Rahaf Mohammed Alqunun, an 18-year-old Saudi woman who said she was abused by her family and feared deportation back home, arrived in Toronto, Canada, from Thailand on Saturday and was greeted by Canadian officials, including Foreign Minister Chrystia Freeland.
Her arrival at Toronto's Pearson International Airport capped off a tumultuous week for Alqunun that involved her barricading herself in a hotel room at a Bangkok airport to avoid deportation back to Saudi Arabia.
With Freeland at her side, Alqunun emerged briefly at the airport's arrivals hall wearing a United Nations High Commissioner for Refugees (UNHCR) cap and a hooded sweatshirt with "Canada" on the front. Freeland introduced her to a group of media as "a very brave new Canadian."
"It was a pleasure for me this morning to welcome her to her new home," Freeland said. "She is obviously very tired after a long journey and she preferred to go and get settled. But it was Rahaf's choice to come out and say hello to Canadians. She wanted Canadians to see that she's here, that she's well and that she's very happy to be in her new home."
Prime Minister Justin Trudeau said on Friday that Canada would grant Alqunun asylum after she spent the past week in Thailand avoiding deportation.
A Saudi diplomat seized her passport last Saturday in Bangkok as she was about to board a flight to Australia while trying to flee from her family. Human Rights Watch said Alqunun had been detained in the flight transit zone at Bangkok's Suvarnabhumi Airport on January 5 while en route from Kuwait to Australia, where she had intended to apply for asylum.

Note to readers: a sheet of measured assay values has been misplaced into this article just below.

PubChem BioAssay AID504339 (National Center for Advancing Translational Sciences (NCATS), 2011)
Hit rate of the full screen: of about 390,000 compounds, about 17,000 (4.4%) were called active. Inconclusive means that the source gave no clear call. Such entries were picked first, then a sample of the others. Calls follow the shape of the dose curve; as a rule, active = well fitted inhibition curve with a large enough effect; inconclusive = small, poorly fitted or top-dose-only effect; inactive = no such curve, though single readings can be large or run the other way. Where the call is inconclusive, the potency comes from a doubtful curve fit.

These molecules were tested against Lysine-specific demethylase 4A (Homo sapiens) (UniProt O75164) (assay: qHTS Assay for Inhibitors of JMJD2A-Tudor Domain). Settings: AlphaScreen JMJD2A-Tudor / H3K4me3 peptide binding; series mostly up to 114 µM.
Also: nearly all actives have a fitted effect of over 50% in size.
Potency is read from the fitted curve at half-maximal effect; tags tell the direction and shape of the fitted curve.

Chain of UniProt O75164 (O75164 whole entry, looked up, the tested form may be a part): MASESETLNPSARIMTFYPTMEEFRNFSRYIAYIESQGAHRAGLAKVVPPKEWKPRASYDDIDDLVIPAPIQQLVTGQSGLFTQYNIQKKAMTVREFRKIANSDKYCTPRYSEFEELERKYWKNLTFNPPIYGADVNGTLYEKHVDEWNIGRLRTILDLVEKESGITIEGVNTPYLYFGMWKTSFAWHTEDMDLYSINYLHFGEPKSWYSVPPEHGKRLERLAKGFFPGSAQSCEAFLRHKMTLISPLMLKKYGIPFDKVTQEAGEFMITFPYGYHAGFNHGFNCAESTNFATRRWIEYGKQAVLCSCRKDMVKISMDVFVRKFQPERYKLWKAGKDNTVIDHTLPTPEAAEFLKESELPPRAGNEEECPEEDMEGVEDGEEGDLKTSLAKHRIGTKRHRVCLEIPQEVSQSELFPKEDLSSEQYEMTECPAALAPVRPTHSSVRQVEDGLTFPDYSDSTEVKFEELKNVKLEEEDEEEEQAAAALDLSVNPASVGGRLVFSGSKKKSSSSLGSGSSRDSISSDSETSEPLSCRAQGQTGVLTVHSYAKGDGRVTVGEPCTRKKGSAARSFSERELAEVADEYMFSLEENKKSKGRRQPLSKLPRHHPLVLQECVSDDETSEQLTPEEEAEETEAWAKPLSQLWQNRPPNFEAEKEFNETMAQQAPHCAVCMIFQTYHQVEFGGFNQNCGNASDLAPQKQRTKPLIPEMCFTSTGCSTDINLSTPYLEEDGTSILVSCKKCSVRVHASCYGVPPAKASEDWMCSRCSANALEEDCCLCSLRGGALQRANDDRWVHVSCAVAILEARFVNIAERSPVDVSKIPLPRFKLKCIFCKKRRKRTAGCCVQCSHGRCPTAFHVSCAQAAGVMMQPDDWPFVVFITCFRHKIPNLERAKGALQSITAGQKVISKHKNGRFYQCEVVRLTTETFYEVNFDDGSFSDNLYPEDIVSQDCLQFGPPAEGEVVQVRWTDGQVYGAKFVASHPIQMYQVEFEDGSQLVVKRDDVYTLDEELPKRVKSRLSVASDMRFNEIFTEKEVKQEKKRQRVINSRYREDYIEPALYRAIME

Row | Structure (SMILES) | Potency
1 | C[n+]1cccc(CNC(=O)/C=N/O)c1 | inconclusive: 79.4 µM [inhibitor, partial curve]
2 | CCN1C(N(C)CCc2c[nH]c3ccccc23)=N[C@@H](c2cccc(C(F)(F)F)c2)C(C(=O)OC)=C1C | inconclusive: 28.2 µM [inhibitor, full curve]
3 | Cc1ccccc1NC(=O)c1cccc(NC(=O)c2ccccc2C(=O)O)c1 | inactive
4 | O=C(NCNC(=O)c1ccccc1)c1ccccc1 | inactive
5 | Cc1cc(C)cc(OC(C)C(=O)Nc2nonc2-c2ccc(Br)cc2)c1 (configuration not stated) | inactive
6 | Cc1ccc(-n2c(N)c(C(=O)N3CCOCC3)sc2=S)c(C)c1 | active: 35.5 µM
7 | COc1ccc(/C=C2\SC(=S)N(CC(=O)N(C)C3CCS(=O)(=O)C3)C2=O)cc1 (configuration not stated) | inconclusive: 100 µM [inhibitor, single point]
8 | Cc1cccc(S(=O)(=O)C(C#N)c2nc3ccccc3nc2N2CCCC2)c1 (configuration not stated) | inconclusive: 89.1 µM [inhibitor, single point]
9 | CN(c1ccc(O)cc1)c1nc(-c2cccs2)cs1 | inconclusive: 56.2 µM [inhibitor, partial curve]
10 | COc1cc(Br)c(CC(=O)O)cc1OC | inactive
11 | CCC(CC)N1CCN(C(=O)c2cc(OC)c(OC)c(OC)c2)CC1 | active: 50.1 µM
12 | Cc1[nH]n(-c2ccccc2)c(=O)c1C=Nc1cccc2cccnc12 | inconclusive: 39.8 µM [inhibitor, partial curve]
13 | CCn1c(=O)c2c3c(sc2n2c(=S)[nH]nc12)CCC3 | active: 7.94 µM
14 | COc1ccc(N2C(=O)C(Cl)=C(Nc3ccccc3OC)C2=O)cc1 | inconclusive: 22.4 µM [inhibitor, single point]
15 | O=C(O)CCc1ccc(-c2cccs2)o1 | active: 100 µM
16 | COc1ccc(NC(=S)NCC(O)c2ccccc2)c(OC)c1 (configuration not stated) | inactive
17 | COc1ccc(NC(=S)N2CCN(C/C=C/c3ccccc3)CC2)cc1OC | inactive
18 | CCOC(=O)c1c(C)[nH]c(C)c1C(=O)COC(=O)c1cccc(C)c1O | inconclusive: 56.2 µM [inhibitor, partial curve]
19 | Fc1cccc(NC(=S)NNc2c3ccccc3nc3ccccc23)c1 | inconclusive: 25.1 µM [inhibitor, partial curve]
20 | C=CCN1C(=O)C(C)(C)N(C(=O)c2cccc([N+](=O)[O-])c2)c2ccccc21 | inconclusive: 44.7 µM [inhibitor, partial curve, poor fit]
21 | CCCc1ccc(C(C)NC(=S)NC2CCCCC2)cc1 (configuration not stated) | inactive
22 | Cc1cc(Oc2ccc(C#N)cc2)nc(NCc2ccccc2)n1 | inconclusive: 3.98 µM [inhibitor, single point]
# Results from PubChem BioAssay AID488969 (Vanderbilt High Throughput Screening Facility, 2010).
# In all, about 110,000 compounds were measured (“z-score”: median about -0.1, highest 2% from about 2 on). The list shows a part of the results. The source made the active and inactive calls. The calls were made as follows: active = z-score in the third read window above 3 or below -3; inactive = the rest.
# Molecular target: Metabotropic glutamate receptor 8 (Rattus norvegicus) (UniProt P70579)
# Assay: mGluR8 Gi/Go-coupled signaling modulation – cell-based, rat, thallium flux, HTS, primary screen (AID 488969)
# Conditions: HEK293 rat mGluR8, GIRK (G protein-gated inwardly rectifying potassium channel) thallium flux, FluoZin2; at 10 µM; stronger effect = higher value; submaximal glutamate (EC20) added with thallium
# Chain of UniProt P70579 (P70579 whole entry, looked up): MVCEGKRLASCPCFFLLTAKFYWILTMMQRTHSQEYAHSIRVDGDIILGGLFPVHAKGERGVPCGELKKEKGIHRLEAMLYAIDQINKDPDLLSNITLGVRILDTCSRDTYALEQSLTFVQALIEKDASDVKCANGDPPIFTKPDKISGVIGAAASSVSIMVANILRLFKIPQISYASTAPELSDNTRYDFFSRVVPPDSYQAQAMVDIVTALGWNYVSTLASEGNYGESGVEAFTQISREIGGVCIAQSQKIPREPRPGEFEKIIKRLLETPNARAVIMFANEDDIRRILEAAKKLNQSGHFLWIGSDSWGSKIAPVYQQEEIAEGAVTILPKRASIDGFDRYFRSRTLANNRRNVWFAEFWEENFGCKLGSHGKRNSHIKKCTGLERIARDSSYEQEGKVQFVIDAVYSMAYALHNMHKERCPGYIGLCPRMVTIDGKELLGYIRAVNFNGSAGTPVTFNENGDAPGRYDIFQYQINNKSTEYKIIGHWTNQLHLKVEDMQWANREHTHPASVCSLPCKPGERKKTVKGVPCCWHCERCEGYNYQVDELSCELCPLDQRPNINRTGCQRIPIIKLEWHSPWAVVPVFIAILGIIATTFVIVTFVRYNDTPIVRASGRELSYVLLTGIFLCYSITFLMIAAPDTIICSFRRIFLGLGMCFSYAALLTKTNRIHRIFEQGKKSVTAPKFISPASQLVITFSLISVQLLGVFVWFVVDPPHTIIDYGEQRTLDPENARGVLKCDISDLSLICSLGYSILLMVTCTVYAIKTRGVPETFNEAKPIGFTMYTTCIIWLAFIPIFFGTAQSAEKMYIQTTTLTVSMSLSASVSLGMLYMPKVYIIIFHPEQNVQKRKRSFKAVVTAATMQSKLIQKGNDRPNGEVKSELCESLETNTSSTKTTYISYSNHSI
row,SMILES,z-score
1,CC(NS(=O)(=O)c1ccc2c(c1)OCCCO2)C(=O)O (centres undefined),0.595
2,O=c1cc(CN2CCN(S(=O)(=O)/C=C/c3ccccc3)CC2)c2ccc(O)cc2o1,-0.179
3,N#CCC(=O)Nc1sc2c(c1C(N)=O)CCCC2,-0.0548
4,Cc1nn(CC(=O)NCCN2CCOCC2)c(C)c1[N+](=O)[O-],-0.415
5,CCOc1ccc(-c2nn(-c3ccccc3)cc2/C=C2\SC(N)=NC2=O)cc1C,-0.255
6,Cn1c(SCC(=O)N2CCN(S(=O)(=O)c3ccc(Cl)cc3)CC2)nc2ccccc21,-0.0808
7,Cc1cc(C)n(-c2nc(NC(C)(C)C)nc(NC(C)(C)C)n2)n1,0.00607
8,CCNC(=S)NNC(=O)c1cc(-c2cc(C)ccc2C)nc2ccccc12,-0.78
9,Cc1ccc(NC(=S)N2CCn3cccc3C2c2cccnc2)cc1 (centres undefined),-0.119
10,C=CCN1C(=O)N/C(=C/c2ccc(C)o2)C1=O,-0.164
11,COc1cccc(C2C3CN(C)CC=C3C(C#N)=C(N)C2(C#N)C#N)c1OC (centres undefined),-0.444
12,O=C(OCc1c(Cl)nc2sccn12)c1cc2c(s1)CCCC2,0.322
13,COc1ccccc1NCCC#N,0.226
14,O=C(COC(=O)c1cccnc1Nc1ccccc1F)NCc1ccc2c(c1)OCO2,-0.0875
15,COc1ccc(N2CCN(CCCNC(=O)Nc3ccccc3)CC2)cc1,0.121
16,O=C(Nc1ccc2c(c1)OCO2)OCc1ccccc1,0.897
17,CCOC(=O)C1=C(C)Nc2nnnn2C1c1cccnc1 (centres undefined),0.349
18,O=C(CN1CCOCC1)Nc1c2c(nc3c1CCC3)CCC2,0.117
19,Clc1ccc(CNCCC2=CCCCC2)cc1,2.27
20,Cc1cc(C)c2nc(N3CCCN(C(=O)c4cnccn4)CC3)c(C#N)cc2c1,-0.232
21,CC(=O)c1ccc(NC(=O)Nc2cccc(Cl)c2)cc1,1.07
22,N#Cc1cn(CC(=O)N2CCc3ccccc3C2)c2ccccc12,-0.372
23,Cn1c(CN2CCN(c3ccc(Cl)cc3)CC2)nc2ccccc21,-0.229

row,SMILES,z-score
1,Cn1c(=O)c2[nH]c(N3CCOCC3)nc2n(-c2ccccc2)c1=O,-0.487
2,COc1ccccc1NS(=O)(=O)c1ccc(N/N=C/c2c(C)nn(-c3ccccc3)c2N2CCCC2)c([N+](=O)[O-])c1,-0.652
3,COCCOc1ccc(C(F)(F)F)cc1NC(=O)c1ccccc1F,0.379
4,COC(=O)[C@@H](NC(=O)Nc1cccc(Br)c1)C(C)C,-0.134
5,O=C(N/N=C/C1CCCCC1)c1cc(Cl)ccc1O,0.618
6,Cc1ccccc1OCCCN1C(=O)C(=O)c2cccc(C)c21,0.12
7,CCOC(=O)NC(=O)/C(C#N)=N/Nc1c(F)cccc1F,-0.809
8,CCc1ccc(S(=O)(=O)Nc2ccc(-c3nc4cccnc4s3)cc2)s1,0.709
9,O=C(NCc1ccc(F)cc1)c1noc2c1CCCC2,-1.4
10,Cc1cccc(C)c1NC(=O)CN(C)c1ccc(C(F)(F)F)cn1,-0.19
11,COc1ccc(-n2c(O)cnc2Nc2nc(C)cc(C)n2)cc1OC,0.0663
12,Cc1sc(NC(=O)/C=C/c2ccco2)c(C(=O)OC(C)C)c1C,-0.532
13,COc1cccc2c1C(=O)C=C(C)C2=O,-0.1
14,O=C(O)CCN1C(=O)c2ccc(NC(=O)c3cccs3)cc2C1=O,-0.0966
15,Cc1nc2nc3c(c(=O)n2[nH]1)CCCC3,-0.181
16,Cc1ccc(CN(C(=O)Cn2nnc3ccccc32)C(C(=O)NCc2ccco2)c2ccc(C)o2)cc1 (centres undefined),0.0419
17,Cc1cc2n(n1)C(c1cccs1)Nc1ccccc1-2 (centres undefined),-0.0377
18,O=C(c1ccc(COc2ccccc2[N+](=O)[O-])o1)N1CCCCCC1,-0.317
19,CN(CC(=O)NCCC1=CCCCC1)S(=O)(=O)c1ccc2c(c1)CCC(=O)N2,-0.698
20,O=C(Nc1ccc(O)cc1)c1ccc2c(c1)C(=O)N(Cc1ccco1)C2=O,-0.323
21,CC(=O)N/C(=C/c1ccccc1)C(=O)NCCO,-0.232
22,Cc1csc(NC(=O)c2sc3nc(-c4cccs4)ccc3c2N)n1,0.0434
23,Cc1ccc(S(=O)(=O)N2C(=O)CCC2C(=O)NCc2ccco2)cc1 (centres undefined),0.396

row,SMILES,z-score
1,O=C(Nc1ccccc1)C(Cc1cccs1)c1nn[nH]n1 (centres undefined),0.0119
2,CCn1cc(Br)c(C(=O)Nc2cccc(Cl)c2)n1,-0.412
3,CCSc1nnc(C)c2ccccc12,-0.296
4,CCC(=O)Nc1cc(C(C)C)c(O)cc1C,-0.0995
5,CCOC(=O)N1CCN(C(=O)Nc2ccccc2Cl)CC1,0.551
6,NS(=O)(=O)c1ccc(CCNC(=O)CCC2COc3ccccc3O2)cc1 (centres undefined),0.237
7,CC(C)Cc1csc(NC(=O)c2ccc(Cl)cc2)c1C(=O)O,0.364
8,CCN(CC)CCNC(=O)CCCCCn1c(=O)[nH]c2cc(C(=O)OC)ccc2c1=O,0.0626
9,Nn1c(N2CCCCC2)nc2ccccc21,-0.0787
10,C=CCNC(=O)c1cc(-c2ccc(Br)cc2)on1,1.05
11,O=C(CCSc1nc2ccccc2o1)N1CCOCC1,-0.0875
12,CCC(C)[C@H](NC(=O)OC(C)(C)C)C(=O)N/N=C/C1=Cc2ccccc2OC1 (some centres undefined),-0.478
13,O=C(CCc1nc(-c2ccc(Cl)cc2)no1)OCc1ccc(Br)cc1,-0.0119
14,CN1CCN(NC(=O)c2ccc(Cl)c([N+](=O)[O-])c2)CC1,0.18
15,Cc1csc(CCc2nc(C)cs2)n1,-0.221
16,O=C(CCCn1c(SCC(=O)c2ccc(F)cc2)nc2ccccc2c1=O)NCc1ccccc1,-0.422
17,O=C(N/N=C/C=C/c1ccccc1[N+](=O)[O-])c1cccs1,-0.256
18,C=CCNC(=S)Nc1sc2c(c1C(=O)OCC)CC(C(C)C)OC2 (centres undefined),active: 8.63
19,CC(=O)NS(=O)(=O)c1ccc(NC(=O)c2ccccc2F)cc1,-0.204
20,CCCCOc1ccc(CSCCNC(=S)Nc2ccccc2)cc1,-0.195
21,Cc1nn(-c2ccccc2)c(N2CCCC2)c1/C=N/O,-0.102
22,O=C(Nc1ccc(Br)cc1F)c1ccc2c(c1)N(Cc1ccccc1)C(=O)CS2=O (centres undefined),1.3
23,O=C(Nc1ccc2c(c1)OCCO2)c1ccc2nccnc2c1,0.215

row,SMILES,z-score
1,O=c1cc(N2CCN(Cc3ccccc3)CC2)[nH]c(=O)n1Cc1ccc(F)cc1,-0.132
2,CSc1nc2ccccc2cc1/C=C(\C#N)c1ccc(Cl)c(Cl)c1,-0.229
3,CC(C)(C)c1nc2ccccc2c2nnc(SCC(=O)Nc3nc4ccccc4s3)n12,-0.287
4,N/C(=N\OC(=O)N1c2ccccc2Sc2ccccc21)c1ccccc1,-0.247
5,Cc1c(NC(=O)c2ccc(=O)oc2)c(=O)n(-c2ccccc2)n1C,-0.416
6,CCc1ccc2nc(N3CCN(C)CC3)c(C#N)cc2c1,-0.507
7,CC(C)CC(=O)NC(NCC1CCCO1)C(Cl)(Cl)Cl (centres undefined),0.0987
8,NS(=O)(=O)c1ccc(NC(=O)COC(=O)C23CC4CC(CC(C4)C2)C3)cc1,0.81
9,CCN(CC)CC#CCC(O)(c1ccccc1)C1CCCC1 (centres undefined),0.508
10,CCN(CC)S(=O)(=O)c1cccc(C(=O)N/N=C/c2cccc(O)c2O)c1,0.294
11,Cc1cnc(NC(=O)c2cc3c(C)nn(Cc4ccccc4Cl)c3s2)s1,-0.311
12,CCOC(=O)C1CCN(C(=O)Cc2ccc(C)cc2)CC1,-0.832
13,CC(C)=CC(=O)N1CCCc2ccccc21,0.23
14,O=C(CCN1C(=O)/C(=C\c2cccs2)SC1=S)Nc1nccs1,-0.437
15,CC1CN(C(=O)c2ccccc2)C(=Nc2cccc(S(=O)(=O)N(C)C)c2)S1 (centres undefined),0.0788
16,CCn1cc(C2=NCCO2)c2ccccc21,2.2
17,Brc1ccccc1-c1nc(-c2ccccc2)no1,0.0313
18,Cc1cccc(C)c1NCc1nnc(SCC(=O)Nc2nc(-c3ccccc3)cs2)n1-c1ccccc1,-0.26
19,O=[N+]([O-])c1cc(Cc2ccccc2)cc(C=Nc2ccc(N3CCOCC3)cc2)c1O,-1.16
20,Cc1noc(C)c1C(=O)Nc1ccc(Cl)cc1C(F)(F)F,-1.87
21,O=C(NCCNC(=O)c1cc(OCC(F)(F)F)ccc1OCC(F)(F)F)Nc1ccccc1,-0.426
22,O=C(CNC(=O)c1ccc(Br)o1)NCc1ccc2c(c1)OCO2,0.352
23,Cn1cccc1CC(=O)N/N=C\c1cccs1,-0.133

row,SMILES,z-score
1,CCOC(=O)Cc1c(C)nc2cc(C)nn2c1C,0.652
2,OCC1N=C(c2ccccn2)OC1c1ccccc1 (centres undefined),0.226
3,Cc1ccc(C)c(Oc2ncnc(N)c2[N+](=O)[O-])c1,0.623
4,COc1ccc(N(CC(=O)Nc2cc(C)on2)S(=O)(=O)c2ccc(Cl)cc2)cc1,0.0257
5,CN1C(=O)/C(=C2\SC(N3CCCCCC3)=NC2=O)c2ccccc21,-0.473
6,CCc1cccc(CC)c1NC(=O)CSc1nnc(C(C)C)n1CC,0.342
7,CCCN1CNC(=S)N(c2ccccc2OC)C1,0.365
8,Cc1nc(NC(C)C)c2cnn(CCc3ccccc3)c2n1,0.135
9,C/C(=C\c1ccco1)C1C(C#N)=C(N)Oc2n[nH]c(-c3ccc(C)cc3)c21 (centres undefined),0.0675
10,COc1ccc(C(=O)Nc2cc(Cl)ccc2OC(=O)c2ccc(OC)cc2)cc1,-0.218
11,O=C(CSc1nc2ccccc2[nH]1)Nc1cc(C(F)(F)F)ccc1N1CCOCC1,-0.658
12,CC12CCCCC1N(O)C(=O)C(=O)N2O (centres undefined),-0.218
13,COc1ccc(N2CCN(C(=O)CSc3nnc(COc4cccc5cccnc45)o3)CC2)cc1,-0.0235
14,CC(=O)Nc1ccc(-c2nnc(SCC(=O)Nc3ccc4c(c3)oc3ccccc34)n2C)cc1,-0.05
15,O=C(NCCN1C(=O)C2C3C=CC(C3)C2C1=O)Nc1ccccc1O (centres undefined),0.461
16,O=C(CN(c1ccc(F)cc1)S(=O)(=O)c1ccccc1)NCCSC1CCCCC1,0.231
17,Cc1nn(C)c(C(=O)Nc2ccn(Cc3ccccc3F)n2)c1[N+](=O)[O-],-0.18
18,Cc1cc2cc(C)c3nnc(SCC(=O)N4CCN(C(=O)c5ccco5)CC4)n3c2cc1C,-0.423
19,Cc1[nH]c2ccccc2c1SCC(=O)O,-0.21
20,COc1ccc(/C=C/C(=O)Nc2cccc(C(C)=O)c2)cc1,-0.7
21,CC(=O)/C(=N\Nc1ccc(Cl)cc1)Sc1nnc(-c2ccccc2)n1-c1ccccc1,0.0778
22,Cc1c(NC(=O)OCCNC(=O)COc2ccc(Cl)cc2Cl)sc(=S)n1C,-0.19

Her story gained international attention after she posted a series of tweets from a hotel room at the airport asking for asylum and help. She said she feared her life was in danger if she had to return to her family in Saudi Arabia, where she said she would be forced into a marriage. She also said she had been beaten, that her male relatives had threatened to kill her and that she was once kept in her room for six months for cutting her hair.
The UNHCR gave Alqunun protection in Thailand as they evaluated her asylum case. On Tuesday, her father arrived in Bangkok in an attempt to bring her back to Kuwait, but she refused to see him.
Several countries, including Australia, had been in talks with the UNHCR to accept Alqunun's asylum claim before she chose to go to Canada, which the refugee agency said was a "personal decision."
Several women have been forced to return to Saudi Arabia in recent years, human right activists say, adding that many similar cases had gone unreported.
Strict Saudi social rules typically require women to have permission from a male "guardian" to travel.
Canada's acceptance of Alqunun is likely to further upset its relations with the Saudi rulers.
In August, Riyadh expelled Canada's ambassador and withdrew its own envoy from Canada after Canada's Foreign Ministry tweeted support for women's rights activists arrested in the kingdom.
dv/sms (AP, Reuters)
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